14. Size Selection is Necessary for Loading Longer Transcripts Distribution of

    full-length reads No Size Selection Agarose Gel Cut: 1 – 2 kb Agarose Gel Cut: 2 – 3 kb Agarose Gel Cut: 3 – 6 kb
  15. BluePippin™ System as an Alternative to Gel Cutting Agarose Gel

    Cut: 1 – 2 kb Agarose Gel Cut: 2 – 3 kb Agarose Gel Cut: 3 – 6 kb Distribution of full-length reads BluePippin: 1 – 2 kb BluePippin: 2 – 3 kb BluePippin: 3 – 6 kb
  16. Why Perform a Double BluePippin™ Selection? • Removes small transcripts

    • Increases full-length transcript in target > 3 kb range BluePippin: 3 – 6 kb Double BluePippin: 3 – 6 kb
  17. Iso-Seq™ Library Preparation using BluePippin™ System polyA+ RNA PCR Optimization

    BluePippin Size Selection: 1 – 2 kb 2 – 3 kb 3 – 6 kb Large-Scale PCR SMARTer® PCR cDNA (Clontech) PacBio® Template Preparation Total RNA BluePippin Size Selection: 3 – 6 kb
  18. Iso-Seq™ Bioinformatics: Quality Control

  19. Goal of Quality Control • Identify full-length reads • Validate

    size selection • Detect and remove artificial chimeras
  20. Identify Full-Length (FL) Reads Full-Length = 5’ primer seen, polyA

    tail seen, 3’ primer seen • Identify and remove primers and polyA/T tail • Identify read strandedness ®
  21. Expected FL% at Different Size Ranges Size Selection FL %

    1 – 2 kb 50 - 60% 2 – 3 kb 30 – 45 % 3 – 6 kb (gel or 1 BP) 20 – 35 % 3 – 6 kb (2 BP) 15 – 20 % *based on in-house training samples
  22. Validate size selection by plotting FL read lengths 1 –

    2 kb 2 – 3 kb 3 – 6 kb Distribution of full-length reads
  23. Artificial Chimeras (1) Cause Outcome Detection Low SMRT® adaptor concentration

    Primer-ligated cDNA form concatemers High incidence of artificial chimera (identifiable cDNA primer in the middle) MCF=7 Clontech 1 – 2 kb Trainee Artificial chimeras A 2415 (3.9%) B 79 (0.5%) C 304 (0.2%) D 235 (0.2%) (AAA)n Artificial Concatemer 5’ primer Transcript 1 Transcript 2 3’ primer 3’ primer 5’ primer
  24. Artificial Chimeras (2) Cause Outcome Detection PCR amplification Random fusion

    of ligated transcripts Single read maps to different loci/genes <<<<<<<<<<<<<<<<<<<<<<<<<< Transcript 1, partial, reversed Transcript 2, partial 5’ primer 3’ primer (TTT)n (AAA)n >>>>>>>>>>>>>>>>>>>>>> Sample Size Selection Multi-mapped MCF7 1 – 2 kb 2.7% Rat Muscle 1 – 2 kb 3.2% Mouse Liver 1 – 2 kb 2.2% Mouse Liver 2 – 3 kb 1.6% However, there are also biological chimeras! PCR Chimera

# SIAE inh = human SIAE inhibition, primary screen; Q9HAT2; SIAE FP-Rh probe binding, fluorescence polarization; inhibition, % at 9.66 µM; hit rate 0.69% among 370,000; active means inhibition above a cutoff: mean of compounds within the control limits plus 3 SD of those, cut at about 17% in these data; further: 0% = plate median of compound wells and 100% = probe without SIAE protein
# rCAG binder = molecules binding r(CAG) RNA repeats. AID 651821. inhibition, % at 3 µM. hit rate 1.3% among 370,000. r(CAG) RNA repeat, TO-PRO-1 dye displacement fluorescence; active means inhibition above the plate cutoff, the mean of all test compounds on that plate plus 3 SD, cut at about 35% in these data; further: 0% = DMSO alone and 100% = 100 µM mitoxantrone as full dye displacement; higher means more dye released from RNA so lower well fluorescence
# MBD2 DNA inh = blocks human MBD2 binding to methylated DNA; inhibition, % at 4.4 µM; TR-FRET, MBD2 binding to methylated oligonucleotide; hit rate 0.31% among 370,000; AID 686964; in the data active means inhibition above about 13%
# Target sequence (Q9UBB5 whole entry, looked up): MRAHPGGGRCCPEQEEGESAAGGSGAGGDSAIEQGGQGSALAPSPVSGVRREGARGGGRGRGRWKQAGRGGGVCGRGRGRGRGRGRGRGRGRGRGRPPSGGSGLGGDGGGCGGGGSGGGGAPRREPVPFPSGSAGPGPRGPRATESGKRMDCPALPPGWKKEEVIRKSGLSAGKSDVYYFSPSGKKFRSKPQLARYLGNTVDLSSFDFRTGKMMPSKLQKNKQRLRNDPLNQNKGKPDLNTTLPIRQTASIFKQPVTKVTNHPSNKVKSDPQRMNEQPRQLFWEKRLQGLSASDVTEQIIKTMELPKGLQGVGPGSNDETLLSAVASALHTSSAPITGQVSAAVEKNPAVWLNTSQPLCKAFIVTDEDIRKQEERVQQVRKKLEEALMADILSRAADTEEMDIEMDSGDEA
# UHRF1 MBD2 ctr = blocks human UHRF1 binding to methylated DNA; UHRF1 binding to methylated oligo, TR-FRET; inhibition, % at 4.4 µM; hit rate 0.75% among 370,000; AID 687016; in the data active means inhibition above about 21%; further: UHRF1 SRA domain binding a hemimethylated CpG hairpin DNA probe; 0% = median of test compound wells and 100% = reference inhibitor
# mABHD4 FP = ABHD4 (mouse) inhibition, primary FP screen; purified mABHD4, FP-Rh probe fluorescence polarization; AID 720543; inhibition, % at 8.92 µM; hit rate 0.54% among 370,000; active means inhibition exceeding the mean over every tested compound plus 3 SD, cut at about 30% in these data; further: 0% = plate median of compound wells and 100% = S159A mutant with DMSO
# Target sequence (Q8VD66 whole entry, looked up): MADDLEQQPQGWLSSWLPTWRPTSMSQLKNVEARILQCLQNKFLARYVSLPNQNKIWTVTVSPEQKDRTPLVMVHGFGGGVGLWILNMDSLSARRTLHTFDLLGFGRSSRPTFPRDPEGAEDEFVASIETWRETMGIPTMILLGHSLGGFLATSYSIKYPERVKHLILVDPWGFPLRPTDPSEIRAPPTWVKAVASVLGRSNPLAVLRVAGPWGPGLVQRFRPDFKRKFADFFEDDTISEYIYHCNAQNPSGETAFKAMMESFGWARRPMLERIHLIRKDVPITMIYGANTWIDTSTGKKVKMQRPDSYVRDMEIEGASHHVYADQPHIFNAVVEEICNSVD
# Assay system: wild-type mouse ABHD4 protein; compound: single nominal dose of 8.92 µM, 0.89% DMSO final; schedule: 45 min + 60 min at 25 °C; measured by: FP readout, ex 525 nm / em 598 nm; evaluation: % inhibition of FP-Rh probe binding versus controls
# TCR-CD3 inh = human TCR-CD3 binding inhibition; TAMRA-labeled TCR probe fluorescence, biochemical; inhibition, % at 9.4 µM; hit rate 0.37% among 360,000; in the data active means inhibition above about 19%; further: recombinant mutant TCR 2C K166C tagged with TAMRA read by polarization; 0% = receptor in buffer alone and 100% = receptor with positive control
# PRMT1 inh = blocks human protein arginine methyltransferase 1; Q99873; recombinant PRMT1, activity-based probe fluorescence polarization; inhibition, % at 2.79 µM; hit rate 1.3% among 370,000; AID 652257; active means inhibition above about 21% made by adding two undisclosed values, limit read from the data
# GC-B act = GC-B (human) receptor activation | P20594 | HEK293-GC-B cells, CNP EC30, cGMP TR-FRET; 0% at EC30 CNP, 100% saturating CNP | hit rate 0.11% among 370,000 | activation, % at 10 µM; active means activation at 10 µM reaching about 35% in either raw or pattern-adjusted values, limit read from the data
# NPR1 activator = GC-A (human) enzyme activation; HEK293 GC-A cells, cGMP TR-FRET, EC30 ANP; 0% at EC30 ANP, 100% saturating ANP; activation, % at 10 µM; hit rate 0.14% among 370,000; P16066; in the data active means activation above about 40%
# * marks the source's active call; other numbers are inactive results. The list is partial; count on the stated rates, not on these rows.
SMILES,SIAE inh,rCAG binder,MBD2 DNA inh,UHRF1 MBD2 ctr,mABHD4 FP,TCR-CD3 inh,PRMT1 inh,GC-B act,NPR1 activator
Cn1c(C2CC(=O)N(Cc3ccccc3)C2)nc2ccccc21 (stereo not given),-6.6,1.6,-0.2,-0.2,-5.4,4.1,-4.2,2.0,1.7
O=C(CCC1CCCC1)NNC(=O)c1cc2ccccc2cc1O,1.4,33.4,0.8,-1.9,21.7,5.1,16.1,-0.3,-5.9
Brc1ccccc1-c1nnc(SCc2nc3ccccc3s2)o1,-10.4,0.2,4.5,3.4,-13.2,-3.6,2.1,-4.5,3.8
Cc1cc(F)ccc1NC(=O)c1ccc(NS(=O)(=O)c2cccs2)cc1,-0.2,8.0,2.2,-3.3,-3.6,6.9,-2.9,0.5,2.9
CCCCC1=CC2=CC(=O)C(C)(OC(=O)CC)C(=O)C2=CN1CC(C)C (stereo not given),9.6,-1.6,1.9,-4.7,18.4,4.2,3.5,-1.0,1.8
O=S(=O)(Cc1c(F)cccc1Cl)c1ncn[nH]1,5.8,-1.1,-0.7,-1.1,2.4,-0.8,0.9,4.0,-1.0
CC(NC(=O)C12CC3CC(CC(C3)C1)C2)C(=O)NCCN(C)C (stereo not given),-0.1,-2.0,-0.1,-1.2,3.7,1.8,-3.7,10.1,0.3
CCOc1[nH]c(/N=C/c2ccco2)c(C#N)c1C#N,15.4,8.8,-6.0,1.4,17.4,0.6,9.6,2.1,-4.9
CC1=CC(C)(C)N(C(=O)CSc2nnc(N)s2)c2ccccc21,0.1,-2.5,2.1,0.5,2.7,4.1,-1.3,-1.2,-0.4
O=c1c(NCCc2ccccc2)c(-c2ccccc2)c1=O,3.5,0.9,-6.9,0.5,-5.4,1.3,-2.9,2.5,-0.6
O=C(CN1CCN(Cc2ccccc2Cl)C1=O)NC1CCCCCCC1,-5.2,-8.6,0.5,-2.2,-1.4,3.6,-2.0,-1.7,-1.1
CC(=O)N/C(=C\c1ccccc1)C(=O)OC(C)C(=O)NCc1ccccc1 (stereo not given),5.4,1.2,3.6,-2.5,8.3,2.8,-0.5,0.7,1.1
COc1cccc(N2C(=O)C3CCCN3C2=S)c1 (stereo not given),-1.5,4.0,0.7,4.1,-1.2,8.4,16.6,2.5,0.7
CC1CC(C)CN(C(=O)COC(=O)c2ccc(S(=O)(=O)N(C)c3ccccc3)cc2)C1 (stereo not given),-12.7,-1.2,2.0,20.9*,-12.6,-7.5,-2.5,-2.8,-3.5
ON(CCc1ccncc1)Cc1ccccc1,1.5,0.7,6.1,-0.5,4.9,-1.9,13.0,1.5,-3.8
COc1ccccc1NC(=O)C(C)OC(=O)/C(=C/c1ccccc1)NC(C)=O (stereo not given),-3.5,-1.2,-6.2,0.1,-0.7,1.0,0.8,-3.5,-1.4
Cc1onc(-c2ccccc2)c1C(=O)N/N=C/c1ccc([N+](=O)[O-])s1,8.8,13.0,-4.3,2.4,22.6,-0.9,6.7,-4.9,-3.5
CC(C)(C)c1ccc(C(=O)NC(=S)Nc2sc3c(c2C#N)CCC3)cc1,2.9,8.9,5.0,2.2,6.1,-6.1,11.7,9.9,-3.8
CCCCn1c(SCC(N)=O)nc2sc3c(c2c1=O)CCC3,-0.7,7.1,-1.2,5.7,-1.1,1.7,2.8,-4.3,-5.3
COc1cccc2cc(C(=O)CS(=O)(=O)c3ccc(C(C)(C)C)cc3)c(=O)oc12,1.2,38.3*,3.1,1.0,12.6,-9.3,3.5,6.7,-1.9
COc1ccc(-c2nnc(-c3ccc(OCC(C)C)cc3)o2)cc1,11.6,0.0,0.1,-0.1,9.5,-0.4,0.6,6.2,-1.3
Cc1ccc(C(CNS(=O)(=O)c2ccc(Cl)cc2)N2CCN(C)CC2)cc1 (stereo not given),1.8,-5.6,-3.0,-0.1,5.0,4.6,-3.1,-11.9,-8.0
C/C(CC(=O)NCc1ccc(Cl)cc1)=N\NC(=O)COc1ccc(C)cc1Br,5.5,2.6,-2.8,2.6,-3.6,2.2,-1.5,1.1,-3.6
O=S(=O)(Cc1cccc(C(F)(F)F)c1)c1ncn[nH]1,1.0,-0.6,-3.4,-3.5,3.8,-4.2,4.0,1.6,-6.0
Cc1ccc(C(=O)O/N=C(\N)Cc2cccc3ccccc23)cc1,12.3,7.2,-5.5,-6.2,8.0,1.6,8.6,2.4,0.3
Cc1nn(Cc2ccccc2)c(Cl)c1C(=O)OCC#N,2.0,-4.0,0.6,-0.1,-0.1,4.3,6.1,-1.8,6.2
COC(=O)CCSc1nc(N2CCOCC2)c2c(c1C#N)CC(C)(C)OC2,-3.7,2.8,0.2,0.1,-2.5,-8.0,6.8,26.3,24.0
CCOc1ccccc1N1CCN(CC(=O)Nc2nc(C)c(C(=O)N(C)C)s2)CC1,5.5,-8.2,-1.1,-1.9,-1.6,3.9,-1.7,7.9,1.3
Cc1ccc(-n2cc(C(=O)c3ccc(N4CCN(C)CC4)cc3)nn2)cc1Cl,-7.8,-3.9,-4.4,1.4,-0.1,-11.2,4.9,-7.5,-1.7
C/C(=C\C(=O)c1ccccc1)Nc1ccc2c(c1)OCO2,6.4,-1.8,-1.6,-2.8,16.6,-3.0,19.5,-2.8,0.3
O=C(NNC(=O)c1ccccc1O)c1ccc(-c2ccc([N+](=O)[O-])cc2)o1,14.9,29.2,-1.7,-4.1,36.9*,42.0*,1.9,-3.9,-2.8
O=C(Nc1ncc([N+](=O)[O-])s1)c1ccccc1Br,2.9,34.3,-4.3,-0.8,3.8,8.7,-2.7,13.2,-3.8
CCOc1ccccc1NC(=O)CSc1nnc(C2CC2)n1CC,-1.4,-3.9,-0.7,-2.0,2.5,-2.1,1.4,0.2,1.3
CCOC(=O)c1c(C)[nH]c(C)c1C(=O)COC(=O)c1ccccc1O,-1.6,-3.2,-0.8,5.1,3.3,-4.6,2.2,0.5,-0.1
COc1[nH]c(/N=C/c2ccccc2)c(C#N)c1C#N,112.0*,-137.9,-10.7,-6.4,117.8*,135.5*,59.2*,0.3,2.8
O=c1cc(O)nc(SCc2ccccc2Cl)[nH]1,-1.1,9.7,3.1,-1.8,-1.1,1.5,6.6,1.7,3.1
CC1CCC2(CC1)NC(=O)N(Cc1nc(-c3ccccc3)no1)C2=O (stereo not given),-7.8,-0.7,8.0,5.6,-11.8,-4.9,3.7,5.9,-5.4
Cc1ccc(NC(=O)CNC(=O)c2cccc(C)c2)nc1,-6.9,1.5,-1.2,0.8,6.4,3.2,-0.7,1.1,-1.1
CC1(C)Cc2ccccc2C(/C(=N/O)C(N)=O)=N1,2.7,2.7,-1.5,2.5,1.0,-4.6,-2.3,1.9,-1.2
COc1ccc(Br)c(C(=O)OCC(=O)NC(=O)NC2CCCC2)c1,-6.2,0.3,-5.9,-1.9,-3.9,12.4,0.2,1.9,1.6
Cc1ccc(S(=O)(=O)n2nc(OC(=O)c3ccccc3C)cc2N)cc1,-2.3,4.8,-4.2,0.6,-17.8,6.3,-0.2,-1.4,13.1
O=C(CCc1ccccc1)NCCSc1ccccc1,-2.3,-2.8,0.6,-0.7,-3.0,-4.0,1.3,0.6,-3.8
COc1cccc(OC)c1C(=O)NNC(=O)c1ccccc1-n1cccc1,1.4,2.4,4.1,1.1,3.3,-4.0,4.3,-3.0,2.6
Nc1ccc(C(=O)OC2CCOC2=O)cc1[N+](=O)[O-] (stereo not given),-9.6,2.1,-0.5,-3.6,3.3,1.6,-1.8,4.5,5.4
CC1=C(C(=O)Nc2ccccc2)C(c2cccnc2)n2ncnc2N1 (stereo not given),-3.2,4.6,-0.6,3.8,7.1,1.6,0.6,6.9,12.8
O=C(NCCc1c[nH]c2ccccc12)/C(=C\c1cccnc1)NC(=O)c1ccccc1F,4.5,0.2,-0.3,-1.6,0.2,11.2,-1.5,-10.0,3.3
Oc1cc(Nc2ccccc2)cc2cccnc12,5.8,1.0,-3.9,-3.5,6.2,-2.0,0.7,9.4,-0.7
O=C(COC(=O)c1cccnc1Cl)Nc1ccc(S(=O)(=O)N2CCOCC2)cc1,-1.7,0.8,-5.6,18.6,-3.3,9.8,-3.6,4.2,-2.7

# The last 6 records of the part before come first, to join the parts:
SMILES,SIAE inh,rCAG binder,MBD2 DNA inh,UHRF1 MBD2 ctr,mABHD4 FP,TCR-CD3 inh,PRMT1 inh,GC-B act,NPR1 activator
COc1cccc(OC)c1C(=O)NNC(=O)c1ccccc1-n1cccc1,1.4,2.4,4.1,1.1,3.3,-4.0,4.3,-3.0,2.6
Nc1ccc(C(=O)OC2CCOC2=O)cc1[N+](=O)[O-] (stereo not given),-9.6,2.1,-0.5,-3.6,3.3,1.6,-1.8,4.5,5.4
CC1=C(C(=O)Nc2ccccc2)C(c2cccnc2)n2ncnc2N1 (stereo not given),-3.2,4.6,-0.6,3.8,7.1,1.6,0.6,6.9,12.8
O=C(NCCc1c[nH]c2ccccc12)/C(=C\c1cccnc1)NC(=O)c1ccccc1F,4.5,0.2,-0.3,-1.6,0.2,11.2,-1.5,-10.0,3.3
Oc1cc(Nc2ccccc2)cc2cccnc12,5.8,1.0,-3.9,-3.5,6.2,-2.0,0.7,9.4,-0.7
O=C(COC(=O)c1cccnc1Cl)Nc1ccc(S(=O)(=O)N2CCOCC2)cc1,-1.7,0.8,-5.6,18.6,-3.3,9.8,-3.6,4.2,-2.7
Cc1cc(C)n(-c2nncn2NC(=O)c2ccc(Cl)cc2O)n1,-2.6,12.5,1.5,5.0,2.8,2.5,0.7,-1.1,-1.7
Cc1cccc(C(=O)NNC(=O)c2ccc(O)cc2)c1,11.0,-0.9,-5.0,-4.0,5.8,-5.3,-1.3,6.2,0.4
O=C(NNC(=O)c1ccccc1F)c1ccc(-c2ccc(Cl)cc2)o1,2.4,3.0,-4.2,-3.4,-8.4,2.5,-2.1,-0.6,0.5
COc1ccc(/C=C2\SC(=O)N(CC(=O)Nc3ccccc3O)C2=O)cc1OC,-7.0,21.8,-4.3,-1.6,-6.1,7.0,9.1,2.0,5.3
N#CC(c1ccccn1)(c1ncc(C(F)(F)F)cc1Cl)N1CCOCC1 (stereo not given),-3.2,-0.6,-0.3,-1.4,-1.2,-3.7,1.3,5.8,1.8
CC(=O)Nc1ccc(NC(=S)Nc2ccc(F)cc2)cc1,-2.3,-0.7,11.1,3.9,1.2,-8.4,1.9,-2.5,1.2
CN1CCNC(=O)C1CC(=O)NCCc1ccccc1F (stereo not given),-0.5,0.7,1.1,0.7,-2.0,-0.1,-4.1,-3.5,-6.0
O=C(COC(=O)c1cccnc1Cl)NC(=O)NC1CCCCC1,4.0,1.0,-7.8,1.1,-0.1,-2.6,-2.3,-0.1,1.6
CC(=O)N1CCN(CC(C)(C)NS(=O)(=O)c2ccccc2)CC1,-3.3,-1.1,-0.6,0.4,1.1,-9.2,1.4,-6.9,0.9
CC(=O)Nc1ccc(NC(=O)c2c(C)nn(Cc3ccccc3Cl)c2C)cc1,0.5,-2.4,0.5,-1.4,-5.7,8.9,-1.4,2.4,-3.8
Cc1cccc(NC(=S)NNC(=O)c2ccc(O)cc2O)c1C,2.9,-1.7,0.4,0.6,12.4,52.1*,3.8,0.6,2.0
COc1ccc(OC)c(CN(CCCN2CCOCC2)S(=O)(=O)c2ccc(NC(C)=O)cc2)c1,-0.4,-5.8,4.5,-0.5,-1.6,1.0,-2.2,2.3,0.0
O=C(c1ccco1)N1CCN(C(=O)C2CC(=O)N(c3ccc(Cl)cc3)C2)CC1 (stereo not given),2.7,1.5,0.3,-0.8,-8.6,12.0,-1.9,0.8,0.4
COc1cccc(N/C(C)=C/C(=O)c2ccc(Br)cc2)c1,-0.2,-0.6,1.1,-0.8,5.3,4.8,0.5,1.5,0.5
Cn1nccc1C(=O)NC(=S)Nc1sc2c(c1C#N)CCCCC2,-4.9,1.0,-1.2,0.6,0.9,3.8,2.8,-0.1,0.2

25. Bioinformatics QC Summary • Identify Full-Length Reads – FL %

    differs depending on transcript size range • Detect and Remove Artificial Chimeras – Artificial concatemers are rare (~0.2%) and avoidable by increasing SMRT® adapter concentration – PCR chimeras are difficult to completely avoid (~3%) but can be detected computationally (if reference genome available), however there are also biological chimeras 25
  26. Human MCF-7 Cancer Cell Line Transcriptome

  27. Runs (.bax.h5) Reads Of Insert (.fasta, .ccs.h5) Full-length, non- chimeric

    RoIs Non-full-length, non- chimeric RoIs Cluster Consensus HQ, Full-length, Polished Consensus Quiver ICE Isoform-level Clustering: Overview Quality Control
  28. Why Isoform-level Clustering? Reads Of Insert (RoI) are already multi-pass

    consensus sequences Advantage of isoform-level clustering: • Remove redundancy • Increase accuracy
  29. MCF-7 Dataset The MCF-7 dataset was used for protocol development

    and training • 150k PacBio® RS II • P4/C2 chemistry • Total 119 SMRT® Cells – 7.2 million reads (14 Gbp) – 2.3 million FL reads Size selection # of Invitrogen® cells # of Clontech® cells Total no size 12 0 12 1-2k 8 29 37 2-3k 7 30 37 > 3k 7 26 33 Total 34 85 119
  30. Length Distribution of Final Dataset Differences w/ genome hg19: 44,

    531 non-redundant transcripts
  31. Number of Isoforms per Loci